Annette Dashofy is known for her long-running series about Zoe Chambers, a paramedic and deputy coroner in rural Pennsylvania. Five of the ten books in the series have been nominated for an Agatha award, the award given for traditional and cozy mysteries at the annual Malice Domestic mystery conference. The next in the series is scheduled for release in 2022.
This year Dashofy offers her readers a stand-alone, Death by Equine (ISBN Services, 2021), still set in Pennsylvania in a different milieu but readers of her Zoe Chambers series will recognize similarities. Dr. Jessie Cameron is a veterinarian with a thriving clinic who is asked to backfill for her friend and mentor Dr. Sam Lewis, the veterinarian at a nearby small horse racetrack, while he takes his first vacation in years. Early in the morning on the day Lewis is supposed to leave, he takes a last call about a colicky horse and is trampled to death in the horse’s stall. Everyone supposes it was a horrible accident. The horse wasn’t known to be difficult but horses are much bigger than humans and can do a lot of damage without meaning to.
No one admits to being the person who called Doc to treat the horse, who does not appear to have colic. Jessie insists on sending the horse to the veterinary school at Ohio State University for a complete medical evaluation. The toxicology results showed the presence of acepromazine, a sedative that adversely affects the horse and that no one had any reason to administer. Jessie became convinced that Lewis was sent in to the distraught horse’s stall deliberately to be murdered, and she turns sleuth to get to the bottom of the mystery. Her soon-to-be ex-husband Gregg is a state trooper who resists her efforts to investigate.
Animals are not routine murder weapons in mysteries but they have been used that way before, such as in A Risky Way to Kill by Richard Lockridge (Lippincott, 1969). Getting the logistics around this kind of murder worked out takes some thought by the author, since it involves an unpredictable four-legged being; it is not as straightforward as pulling a trigger.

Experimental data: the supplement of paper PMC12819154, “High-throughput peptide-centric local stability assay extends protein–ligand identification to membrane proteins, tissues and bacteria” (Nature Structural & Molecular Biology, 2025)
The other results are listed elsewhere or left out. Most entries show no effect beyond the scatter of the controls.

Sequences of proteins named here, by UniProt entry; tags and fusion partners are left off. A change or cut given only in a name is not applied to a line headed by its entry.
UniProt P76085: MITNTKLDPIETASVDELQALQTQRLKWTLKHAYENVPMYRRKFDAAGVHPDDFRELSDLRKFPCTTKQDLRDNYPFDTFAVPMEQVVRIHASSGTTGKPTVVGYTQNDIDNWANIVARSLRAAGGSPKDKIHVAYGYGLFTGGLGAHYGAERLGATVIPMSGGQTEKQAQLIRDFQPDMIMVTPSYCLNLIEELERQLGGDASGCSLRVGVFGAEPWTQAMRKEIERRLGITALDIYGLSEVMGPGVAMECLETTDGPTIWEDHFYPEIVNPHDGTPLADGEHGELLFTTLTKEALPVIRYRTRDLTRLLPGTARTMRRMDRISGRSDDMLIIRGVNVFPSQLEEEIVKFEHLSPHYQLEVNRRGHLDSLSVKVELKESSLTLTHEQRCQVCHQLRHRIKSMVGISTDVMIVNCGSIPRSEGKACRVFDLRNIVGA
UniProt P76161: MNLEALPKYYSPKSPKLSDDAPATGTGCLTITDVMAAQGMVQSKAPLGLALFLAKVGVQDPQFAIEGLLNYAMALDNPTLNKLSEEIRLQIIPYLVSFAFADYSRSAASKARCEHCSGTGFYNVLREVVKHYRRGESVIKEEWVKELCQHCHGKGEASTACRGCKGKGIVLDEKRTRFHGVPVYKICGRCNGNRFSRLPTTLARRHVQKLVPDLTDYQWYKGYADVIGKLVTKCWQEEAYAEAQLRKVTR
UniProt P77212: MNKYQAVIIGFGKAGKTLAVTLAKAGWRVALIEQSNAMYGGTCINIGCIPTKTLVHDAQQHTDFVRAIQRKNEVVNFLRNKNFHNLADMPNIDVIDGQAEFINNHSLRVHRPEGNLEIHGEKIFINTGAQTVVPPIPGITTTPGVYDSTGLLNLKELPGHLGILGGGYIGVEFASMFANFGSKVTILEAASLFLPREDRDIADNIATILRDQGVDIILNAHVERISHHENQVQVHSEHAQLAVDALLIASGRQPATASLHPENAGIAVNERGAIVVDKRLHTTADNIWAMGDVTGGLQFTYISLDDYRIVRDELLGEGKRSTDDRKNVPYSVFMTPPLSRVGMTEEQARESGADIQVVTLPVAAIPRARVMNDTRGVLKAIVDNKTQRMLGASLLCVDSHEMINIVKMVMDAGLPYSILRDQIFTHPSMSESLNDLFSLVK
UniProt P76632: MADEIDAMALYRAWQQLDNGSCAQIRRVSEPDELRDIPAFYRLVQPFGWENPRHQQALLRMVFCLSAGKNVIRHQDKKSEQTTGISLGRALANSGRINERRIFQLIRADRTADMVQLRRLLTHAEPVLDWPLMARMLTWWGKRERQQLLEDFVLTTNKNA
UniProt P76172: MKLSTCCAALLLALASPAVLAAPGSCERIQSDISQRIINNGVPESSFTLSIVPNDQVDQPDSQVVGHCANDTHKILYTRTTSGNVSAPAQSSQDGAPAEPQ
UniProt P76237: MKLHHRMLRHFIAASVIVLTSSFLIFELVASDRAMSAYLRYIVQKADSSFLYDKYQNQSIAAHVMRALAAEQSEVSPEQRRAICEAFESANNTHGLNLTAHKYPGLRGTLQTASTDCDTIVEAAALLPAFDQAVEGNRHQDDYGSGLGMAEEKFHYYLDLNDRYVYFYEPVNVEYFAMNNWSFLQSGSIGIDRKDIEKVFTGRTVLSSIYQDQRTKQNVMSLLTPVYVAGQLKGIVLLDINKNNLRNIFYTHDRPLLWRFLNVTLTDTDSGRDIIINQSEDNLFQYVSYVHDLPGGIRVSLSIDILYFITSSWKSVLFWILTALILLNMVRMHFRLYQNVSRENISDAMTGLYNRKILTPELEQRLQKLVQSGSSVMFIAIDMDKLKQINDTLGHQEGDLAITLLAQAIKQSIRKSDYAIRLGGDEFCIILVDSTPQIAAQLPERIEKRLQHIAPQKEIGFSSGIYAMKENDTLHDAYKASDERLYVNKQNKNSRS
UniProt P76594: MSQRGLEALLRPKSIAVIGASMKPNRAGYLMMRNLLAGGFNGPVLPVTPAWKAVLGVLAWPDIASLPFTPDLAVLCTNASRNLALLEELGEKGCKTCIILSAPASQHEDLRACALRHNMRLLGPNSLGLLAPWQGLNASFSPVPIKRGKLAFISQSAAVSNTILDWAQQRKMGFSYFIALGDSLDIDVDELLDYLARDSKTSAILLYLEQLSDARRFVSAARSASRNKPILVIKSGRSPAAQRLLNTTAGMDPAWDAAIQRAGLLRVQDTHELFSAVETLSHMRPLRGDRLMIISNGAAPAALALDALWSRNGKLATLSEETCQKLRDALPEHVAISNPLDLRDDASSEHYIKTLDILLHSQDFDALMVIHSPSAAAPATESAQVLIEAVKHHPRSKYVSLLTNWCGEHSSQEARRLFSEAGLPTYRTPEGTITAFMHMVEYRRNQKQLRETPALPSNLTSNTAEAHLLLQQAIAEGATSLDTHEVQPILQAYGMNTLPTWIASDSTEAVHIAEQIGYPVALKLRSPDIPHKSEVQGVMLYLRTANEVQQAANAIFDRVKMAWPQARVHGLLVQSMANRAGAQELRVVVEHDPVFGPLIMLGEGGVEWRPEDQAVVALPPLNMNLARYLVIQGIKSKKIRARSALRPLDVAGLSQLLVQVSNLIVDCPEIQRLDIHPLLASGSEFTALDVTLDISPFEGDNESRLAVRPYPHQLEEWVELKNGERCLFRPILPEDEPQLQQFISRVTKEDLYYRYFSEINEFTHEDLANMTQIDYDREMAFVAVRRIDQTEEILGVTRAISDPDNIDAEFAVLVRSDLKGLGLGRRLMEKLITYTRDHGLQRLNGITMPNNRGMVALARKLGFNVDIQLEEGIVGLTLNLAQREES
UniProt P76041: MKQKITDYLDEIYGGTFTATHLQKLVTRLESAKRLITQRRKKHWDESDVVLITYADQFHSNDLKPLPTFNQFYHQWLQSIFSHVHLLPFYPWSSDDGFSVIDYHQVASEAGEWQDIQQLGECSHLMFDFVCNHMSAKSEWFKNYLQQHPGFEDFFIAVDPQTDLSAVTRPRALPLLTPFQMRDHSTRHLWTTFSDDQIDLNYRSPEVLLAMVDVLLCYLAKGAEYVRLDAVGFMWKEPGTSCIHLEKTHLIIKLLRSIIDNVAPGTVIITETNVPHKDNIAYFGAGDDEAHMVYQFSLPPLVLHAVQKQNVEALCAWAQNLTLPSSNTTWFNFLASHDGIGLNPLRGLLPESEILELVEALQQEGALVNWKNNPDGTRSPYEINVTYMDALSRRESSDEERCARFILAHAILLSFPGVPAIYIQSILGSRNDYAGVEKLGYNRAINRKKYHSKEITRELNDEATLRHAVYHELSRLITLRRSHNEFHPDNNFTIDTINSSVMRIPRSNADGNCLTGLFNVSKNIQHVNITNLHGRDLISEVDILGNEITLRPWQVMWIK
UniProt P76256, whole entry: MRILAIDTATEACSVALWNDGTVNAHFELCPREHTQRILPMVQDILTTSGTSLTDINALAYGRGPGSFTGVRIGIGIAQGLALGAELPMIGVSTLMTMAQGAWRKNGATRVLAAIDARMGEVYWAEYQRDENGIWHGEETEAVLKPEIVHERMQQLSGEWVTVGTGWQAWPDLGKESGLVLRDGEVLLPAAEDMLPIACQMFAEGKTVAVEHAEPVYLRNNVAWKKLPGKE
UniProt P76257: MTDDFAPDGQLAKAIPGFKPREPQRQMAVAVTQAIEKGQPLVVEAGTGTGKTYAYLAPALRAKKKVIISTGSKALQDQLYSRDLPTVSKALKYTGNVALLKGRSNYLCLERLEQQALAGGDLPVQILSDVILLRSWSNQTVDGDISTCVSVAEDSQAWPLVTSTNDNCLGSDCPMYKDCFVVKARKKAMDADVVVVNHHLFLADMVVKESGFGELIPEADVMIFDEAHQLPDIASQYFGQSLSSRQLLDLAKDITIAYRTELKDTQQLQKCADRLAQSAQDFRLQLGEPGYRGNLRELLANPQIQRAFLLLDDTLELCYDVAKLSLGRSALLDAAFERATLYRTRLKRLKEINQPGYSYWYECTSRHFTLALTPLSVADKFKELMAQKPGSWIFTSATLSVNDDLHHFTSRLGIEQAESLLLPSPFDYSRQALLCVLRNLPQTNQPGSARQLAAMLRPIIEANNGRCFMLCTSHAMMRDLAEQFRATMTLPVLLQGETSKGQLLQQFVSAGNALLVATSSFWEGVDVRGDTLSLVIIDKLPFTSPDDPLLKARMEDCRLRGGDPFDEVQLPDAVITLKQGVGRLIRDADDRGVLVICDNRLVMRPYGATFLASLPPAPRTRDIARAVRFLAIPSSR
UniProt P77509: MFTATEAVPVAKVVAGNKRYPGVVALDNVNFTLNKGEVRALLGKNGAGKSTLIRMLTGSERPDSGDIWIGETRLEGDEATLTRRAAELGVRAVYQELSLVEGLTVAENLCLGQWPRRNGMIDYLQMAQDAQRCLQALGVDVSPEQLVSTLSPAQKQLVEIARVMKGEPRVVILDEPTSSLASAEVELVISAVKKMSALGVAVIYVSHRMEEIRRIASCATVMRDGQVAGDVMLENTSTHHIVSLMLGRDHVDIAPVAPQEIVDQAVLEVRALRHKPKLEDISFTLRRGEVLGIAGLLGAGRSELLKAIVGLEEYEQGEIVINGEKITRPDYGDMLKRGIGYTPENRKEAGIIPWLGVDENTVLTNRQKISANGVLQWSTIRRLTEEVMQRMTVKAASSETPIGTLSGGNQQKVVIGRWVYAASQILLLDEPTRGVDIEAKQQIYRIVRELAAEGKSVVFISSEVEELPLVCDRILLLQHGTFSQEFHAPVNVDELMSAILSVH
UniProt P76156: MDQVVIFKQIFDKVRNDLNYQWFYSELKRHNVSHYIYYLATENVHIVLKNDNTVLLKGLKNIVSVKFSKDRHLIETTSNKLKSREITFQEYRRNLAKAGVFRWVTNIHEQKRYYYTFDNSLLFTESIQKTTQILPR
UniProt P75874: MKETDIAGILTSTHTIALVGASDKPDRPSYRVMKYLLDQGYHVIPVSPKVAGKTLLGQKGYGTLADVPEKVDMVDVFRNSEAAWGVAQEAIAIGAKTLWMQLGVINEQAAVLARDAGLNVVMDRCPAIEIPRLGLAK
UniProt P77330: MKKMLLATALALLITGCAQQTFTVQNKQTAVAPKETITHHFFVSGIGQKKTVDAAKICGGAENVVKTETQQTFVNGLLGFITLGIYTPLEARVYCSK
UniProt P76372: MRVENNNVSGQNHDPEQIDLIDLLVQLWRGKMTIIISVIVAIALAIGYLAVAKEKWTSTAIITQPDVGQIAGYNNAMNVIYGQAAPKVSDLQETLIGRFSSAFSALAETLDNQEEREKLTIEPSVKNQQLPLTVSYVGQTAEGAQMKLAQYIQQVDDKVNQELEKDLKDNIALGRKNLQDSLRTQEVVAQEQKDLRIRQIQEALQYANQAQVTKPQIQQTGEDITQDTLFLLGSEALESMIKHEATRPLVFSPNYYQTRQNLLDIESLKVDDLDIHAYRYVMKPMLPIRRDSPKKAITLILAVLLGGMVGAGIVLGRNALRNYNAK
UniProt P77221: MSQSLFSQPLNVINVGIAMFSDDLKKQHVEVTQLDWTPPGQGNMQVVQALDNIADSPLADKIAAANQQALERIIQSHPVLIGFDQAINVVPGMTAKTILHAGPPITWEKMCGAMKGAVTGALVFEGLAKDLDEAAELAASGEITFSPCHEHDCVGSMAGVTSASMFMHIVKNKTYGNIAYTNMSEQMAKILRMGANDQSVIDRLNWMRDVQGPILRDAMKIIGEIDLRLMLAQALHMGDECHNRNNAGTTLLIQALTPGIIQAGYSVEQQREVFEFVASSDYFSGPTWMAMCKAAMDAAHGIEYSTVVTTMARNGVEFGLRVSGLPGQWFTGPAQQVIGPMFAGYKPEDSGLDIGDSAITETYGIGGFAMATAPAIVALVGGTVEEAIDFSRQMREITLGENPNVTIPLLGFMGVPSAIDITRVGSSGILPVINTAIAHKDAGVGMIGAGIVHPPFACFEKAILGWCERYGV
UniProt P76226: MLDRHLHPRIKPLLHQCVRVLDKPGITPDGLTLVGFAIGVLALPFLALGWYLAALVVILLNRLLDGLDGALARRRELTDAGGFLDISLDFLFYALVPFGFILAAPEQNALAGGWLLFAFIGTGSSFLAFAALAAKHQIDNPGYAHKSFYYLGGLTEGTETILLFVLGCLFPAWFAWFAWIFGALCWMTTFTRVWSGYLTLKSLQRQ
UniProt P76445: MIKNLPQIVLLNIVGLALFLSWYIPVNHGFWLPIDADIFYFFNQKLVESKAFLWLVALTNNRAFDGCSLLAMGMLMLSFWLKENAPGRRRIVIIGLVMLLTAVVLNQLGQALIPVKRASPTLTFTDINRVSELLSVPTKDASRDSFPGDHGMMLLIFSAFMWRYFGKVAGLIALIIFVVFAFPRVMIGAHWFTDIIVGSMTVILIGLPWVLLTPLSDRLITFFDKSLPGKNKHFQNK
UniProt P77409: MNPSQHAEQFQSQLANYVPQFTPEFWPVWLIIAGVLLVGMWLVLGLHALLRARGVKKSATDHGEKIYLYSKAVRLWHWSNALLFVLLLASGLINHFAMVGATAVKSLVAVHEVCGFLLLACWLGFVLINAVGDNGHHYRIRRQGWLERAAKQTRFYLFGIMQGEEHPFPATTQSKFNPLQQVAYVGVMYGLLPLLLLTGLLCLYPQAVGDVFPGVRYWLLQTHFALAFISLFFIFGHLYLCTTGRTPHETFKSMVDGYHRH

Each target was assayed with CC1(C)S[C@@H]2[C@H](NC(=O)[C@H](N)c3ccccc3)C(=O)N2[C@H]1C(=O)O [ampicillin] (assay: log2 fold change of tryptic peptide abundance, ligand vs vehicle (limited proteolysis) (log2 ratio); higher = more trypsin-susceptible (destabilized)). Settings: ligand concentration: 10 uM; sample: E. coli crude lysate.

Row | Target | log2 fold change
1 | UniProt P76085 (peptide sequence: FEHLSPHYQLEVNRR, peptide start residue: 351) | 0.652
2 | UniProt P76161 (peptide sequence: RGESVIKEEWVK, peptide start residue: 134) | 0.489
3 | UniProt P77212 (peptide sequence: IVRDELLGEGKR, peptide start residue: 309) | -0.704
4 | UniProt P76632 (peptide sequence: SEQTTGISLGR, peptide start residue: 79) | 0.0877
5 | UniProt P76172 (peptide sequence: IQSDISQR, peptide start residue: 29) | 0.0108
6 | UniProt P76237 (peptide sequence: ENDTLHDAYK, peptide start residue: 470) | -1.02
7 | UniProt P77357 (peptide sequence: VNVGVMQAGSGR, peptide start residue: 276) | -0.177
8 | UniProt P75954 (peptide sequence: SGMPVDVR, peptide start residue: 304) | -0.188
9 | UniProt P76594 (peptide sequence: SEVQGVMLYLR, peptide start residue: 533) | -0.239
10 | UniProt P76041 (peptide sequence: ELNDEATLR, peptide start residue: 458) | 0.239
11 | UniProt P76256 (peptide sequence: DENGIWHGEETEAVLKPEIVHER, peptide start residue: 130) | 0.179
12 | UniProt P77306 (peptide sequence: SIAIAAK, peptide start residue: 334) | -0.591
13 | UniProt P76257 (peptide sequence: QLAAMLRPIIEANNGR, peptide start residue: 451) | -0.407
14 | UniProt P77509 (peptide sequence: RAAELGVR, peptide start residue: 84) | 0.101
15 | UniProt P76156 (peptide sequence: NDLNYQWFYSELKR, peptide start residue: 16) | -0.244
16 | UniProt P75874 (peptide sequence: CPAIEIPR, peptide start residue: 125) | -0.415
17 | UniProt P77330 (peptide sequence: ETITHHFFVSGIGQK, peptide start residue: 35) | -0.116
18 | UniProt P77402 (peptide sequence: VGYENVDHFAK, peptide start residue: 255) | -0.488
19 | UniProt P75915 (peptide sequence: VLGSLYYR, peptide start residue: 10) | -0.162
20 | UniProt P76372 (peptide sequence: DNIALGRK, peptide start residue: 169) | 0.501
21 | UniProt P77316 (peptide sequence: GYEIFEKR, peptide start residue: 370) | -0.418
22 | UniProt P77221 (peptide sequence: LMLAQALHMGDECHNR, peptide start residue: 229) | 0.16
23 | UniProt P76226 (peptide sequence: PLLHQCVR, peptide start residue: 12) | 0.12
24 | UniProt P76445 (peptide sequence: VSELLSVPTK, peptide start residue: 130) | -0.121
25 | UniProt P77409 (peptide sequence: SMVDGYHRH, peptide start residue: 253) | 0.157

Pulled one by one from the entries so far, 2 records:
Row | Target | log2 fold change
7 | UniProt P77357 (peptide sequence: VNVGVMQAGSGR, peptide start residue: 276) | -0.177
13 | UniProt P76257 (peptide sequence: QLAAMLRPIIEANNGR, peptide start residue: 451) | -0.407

The behind-the-scenes look at the operational side of a racetrack is authoritative in its detail. The colorful minutiae provide a compelling setting for the action. It also justifies a wide range of characters: people trying to earn a living, some who love horses, and a few unsavory types looking for an easy score. Inevitably the latter are found anywhere money is involved, and horseracing is a multibillion-dollar industry. IBISWorld projects 2021 revenues for U.S. horse race tracks to be more than $3.5 billion. Readers of the Dick Francis books will recognize many of these personalities.
Of interest to cozy readers and fans of animal-themed mysteries.
· Publisher: ISBN Services (March 10, 2021)
· Language: English
· Paperback: 330 pages
· ISBN-10: 1638485321
· ISBN-13: 978-1638485322
Aubrey Hamilton ©2021
Aubrey Hamilton is a former librarian who works on Federal It projects by day and reads mysteries at night.